I sit here at my keyboard eating pistachio nuts, casually throwing the empty shells into my over-flowing ashtray. I light up a Marlboro, take another swig of my Ballantine’s neat, and I wonder how the the hell did I end up here.

It was not so long ago that I was in charge of a USS nuclear fast attack submarine. Well, to be honest, the Captain was in charge but I ran the engine room on my watch. It was me and the engineering officer of the watch who determined what would happen in an emergency. And truth be told, as most engineering watch supervisors will tell you, it was our word that mattered. Billions of dollars in materials, and 120 lives rested in our hands. I never felt so alive.

After the navy, and during if you ask some folks, I was also engaged in more “immediate” life and death situations. I trusted my training and my innate abilities to get me through, which they did. I’m not going to lie. There were times when I was not so sure I would see another sunrise. But survive I did, and in doing so I, once again, never felt so alive.

Now I’m just another poor schlep out looking for work. Work. Something to make money. I can make money using my old skill set, but… Work. Holy Christ it hurts right now. I get rejection notices from people I don’t even know and yet I hate them. I light another smoke.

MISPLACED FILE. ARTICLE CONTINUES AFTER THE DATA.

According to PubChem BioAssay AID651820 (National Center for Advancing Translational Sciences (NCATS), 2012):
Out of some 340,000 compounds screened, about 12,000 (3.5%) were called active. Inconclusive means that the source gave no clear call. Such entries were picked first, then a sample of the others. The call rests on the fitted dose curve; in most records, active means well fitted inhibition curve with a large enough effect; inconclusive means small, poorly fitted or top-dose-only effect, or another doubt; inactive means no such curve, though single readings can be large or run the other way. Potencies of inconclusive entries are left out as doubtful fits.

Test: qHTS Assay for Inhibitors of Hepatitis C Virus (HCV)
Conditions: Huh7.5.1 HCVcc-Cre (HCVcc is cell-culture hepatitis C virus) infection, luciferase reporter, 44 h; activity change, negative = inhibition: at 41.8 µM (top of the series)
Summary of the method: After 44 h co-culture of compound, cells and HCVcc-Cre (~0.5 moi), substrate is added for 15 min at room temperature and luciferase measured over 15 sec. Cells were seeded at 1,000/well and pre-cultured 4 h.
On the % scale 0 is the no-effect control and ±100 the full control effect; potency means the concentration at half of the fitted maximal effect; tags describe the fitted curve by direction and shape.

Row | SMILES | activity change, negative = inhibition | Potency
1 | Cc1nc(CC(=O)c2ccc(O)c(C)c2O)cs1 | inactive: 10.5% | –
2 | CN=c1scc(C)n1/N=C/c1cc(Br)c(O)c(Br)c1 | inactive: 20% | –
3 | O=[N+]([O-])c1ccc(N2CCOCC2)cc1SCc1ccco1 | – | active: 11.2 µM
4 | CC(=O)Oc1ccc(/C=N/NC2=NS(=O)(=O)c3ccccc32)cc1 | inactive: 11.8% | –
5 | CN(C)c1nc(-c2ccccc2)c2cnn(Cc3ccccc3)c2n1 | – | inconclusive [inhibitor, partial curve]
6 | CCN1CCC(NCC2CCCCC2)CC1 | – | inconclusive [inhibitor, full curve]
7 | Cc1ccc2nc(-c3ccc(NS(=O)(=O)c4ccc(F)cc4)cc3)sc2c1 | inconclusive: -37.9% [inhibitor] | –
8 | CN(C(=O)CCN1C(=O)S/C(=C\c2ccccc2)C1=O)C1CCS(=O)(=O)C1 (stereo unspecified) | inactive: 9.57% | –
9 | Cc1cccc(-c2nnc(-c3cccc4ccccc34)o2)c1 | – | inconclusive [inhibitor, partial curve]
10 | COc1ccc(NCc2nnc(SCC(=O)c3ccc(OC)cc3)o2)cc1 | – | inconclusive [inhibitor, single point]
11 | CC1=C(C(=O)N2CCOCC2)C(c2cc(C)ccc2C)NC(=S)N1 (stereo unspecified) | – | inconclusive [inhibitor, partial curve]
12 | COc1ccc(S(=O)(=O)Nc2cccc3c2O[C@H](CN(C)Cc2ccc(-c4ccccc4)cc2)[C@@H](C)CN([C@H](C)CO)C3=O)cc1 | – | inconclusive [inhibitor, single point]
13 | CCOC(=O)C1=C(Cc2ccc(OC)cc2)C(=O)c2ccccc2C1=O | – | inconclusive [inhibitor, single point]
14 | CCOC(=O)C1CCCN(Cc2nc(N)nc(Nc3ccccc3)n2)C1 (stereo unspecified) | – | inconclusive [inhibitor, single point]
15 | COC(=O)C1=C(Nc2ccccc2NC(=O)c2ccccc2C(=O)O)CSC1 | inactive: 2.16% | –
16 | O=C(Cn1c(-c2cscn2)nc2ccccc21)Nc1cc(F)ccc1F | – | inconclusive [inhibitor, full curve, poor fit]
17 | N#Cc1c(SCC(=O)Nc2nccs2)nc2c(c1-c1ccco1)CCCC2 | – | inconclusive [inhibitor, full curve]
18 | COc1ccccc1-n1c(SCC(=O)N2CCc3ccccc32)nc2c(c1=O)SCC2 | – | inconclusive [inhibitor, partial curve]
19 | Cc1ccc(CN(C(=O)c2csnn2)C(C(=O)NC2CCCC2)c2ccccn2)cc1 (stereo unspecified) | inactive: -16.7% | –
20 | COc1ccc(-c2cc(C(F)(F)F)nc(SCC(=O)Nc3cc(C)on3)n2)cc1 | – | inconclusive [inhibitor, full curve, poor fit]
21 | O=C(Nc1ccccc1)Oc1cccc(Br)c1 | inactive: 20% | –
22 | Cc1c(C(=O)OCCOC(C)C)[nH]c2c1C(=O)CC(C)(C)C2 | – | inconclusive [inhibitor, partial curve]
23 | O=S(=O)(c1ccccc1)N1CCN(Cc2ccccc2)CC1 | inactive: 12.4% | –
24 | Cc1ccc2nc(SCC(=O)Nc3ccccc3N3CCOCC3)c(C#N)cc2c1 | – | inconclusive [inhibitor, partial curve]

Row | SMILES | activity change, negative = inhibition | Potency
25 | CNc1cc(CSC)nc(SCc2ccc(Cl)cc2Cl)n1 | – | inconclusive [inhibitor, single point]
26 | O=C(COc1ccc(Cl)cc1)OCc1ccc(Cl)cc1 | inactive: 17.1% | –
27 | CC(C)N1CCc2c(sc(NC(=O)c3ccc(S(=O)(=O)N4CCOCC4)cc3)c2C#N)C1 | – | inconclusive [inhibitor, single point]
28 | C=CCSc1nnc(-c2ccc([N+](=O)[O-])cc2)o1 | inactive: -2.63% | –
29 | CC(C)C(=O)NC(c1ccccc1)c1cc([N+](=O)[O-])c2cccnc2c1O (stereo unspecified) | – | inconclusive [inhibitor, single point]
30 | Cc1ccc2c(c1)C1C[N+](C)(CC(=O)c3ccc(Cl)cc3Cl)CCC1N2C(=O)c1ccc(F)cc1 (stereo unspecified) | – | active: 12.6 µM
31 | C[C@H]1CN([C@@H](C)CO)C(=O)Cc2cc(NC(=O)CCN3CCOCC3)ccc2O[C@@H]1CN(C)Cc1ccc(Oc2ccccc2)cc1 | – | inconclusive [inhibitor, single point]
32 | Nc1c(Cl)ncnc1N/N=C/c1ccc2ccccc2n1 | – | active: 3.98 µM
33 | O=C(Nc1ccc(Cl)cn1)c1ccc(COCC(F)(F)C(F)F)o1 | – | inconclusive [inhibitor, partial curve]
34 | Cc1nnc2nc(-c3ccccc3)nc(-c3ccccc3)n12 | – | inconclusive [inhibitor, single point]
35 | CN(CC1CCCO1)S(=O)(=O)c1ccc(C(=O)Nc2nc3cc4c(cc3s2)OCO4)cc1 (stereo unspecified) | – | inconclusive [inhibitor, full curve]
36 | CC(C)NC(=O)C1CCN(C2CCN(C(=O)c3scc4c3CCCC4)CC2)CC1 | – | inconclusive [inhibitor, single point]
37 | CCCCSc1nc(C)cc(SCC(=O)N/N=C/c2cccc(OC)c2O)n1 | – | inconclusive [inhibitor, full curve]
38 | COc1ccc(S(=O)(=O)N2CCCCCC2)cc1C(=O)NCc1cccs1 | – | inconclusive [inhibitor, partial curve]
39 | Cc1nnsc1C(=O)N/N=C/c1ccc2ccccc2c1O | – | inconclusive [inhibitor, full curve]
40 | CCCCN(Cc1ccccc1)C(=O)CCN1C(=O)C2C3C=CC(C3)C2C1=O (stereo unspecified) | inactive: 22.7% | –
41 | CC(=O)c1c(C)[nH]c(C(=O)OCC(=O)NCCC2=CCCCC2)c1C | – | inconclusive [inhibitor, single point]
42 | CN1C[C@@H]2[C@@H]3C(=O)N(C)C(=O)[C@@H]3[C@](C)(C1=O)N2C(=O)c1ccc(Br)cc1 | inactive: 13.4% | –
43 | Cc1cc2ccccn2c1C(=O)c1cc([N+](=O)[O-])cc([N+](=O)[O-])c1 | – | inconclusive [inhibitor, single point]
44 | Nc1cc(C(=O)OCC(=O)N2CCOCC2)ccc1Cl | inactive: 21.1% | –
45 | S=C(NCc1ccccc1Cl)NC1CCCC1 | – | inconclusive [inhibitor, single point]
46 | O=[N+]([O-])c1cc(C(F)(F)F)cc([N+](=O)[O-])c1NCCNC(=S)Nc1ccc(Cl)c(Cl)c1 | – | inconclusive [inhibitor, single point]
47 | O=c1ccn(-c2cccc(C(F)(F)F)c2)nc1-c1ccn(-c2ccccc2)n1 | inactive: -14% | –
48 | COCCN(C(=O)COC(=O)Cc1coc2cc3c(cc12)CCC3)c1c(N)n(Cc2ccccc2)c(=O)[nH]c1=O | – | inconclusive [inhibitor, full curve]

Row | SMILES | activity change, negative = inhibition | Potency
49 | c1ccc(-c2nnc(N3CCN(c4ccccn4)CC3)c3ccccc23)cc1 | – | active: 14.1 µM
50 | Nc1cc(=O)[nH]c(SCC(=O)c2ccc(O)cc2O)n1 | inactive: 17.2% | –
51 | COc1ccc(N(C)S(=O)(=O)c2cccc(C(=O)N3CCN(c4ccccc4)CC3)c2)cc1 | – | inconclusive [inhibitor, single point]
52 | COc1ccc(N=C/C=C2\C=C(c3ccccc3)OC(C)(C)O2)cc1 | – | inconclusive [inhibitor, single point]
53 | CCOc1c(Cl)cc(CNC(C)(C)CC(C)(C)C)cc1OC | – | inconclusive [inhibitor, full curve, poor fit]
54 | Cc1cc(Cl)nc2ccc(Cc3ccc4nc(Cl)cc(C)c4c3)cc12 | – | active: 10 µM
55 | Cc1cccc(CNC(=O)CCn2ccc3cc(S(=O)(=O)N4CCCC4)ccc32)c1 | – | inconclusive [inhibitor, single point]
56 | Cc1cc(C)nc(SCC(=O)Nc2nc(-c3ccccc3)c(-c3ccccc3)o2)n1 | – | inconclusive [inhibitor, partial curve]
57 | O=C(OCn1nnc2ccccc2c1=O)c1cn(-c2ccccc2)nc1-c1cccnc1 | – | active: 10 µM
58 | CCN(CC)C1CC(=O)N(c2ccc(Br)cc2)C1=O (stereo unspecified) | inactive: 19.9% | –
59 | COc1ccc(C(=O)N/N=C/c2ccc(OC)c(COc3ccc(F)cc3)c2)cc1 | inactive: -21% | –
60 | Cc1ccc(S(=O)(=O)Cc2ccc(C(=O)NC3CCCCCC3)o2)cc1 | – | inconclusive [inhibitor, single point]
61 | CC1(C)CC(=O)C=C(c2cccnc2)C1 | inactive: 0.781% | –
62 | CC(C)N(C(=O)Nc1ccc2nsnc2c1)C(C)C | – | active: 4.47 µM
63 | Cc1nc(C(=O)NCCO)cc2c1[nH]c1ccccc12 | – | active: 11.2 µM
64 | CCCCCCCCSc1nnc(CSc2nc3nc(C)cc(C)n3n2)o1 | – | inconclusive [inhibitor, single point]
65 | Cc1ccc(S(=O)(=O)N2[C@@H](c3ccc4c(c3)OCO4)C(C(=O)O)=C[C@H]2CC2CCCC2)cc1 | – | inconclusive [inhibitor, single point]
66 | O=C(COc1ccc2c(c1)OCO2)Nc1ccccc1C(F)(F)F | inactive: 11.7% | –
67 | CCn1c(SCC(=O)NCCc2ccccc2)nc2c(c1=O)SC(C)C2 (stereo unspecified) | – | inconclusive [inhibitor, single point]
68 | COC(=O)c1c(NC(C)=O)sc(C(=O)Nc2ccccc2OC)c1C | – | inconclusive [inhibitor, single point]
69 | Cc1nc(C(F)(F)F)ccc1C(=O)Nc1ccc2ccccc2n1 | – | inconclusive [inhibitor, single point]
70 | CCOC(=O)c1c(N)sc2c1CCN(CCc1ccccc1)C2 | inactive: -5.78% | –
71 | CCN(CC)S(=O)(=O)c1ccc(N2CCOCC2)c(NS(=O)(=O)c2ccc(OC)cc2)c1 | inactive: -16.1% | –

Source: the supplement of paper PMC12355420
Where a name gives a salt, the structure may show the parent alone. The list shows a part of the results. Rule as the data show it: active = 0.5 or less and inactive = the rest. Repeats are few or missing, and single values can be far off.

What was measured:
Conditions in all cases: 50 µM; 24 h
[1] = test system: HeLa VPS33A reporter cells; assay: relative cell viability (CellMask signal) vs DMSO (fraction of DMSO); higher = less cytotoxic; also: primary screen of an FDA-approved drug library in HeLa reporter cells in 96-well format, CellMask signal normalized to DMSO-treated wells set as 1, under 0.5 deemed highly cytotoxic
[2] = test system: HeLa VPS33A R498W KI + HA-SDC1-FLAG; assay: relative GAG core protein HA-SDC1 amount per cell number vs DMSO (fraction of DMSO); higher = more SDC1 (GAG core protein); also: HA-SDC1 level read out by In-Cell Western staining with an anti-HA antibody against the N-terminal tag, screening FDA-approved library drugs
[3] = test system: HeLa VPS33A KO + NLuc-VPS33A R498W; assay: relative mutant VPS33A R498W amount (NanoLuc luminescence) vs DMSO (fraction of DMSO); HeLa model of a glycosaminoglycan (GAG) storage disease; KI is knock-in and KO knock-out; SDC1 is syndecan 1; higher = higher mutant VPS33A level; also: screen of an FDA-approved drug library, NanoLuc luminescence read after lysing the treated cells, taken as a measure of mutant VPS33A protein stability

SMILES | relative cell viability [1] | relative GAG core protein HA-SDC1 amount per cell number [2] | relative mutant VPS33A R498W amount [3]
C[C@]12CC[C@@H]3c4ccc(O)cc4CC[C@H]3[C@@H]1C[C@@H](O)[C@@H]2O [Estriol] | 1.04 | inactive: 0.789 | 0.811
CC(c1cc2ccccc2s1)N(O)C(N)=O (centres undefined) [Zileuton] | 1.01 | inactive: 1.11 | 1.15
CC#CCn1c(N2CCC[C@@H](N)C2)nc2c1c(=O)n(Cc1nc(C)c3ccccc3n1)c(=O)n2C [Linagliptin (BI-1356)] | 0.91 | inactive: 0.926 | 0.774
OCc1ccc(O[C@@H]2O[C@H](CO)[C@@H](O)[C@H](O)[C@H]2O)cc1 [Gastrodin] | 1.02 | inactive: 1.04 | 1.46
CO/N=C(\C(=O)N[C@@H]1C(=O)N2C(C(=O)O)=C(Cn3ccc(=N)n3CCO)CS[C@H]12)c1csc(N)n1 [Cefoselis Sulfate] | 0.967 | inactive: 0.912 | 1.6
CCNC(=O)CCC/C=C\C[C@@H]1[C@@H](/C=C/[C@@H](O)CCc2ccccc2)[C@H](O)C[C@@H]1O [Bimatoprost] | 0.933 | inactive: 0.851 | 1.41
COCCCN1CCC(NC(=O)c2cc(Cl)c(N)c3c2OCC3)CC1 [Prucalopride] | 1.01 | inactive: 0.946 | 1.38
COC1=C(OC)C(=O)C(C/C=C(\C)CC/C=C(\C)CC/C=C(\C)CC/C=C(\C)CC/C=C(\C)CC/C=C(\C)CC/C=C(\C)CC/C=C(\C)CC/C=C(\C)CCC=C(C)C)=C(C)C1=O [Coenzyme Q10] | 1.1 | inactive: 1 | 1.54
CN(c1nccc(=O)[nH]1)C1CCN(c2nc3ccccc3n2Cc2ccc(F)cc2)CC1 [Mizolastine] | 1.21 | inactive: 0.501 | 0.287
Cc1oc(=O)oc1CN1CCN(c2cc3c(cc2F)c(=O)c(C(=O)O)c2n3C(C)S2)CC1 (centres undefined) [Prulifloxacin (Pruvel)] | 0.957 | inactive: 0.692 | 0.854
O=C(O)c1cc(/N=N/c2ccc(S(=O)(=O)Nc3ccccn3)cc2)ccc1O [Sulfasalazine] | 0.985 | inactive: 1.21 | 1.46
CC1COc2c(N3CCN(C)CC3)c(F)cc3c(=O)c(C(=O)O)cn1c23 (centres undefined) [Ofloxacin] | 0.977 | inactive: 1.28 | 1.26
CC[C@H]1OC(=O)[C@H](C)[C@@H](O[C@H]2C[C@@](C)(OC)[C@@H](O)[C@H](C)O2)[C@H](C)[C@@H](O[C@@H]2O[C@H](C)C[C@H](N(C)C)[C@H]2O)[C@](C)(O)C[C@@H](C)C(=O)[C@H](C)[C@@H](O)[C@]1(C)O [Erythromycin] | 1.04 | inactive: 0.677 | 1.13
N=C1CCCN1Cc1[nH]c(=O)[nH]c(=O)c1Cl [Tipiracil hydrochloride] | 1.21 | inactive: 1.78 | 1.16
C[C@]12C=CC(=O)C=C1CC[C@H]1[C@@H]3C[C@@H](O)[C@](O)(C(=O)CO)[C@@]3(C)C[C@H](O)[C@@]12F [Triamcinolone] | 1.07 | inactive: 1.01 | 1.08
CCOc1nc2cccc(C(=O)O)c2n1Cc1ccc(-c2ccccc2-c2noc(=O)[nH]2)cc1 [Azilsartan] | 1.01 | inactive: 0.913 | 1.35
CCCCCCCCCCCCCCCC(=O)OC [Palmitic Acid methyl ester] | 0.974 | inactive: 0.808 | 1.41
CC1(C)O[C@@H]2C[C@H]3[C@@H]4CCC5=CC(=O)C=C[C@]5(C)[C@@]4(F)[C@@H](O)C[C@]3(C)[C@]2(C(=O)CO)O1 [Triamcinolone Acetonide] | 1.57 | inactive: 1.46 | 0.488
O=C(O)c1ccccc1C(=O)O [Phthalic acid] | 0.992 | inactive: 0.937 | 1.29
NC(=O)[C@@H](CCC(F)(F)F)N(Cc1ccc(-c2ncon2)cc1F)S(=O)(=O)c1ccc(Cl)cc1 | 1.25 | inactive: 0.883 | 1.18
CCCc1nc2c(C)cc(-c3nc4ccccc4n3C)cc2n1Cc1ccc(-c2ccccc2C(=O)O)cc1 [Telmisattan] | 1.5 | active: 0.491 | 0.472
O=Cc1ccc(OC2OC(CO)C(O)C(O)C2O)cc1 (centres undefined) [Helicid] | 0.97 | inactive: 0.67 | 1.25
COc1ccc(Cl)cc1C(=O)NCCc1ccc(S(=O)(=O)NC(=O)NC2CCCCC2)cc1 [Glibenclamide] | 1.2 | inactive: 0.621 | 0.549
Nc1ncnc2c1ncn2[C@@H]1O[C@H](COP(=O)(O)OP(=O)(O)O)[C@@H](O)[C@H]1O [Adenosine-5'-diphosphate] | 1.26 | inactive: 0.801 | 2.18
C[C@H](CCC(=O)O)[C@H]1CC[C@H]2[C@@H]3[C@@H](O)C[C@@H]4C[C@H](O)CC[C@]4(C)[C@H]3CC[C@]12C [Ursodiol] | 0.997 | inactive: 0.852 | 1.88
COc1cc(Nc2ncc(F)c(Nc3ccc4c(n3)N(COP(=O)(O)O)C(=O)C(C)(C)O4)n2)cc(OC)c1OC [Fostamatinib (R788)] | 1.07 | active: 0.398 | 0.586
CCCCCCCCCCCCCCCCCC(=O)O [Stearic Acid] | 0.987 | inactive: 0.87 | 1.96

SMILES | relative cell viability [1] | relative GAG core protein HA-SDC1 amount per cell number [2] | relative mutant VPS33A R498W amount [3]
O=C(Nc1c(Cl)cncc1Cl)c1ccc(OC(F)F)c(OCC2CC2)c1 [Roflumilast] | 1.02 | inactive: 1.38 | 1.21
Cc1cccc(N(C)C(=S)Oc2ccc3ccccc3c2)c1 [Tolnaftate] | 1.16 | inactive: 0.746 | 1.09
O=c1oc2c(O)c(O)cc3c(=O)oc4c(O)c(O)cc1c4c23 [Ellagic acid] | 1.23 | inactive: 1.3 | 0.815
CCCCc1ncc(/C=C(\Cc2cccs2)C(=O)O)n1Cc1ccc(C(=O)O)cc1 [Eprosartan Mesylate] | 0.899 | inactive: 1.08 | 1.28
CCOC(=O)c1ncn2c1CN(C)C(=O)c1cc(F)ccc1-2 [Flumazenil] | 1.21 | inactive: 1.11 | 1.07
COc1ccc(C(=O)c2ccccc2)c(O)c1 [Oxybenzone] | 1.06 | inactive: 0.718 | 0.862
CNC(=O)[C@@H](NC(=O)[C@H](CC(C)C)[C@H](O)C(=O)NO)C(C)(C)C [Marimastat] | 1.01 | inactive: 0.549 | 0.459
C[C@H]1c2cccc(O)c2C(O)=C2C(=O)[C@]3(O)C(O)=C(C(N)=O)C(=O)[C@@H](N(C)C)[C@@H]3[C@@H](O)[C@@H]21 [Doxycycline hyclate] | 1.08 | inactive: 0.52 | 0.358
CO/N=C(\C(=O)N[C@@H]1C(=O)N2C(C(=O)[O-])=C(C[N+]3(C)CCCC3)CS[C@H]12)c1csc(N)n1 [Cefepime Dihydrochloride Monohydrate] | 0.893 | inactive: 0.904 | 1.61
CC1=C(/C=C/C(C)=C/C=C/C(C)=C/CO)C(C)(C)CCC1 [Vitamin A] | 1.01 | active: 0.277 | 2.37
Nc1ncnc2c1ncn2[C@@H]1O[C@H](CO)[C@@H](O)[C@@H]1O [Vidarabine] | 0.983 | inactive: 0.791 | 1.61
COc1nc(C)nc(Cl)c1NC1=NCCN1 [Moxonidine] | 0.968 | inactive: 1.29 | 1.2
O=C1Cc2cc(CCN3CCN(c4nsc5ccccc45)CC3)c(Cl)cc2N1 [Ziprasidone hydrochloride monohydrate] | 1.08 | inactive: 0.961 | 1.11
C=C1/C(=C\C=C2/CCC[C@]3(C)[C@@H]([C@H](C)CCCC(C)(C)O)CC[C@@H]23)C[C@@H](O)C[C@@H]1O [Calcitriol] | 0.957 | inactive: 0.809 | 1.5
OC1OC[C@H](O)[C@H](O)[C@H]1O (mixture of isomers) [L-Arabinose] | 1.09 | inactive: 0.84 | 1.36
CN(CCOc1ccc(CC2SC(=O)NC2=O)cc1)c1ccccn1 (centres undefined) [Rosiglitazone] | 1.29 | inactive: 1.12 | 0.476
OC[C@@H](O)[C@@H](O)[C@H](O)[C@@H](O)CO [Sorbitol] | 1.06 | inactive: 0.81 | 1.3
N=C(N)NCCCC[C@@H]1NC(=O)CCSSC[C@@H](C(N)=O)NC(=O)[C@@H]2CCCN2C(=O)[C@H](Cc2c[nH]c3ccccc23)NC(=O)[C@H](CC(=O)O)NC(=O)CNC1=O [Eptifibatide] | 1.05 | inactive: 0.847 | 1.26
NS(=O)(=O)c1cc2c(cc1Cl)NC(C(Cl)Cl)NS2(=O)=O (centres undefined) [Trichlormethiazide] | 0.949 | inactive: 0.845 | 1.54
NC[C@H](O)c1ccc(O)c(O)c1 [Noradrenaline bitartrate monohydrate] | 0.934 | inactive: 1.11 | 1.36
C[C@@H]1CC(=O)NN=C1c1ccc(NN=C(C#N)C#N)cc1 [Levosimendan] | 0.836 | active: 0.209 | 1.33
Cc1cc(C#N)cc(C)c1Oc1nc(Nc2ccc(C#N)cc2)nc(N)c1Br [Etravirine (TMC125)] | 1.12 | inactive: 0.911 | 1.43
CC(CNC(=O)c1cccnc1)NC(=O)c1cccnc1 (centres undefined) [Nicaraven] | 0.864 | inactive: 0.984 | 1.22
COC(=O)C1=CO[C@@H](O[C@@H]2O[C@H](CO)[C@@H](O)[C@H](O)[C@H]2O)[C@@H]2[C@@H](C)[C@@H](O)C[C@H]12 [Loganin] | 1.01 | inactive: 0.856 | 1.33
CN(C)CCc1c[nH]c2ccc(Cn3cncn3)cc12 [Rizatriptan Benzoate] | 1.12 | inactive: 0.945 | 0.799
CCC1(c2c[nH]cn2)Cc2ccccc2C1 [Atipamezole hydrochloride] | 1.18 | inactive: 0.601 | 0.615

I’m caught between worlds. Too old to do what I am truly good at and yet too young and poor to retire. I watch old movies and laugh at the inaccuracies. I laugh at the movies, but I know that I still have the fire in me. A fire that isn’t a warmth to someone on a cool winter night, but a fire that burns with the intensity of unbridled passion for adventure. It’s not a good fire, it’s also not a bad fire. It just is. It’s a fire that knows what it knows. A fire that knows how to burn brightly, in a no-fire society. It’s not wrong, it’s just out of place.

I’ve tempered this fire with work in the past. Never really quenched, but soothed. Left smoldering, it burns to this day, a constant reminder of my past. I’m proud of my past. I may not be proud of my actions in all cases, but I’m proud of the outcome. It was real. Hard. Cold. Ugly. But it was real, and it mattered.

Now I sit, begging at the floor of big corporations, hoping for a job, a scrap, a mere ort left by some other has-been. “Yes sir, this is a fine organization.” “No sir, I don’t understand why you aren’t making more money. ” It’s killing me.

My God. What have I become?

Gregor

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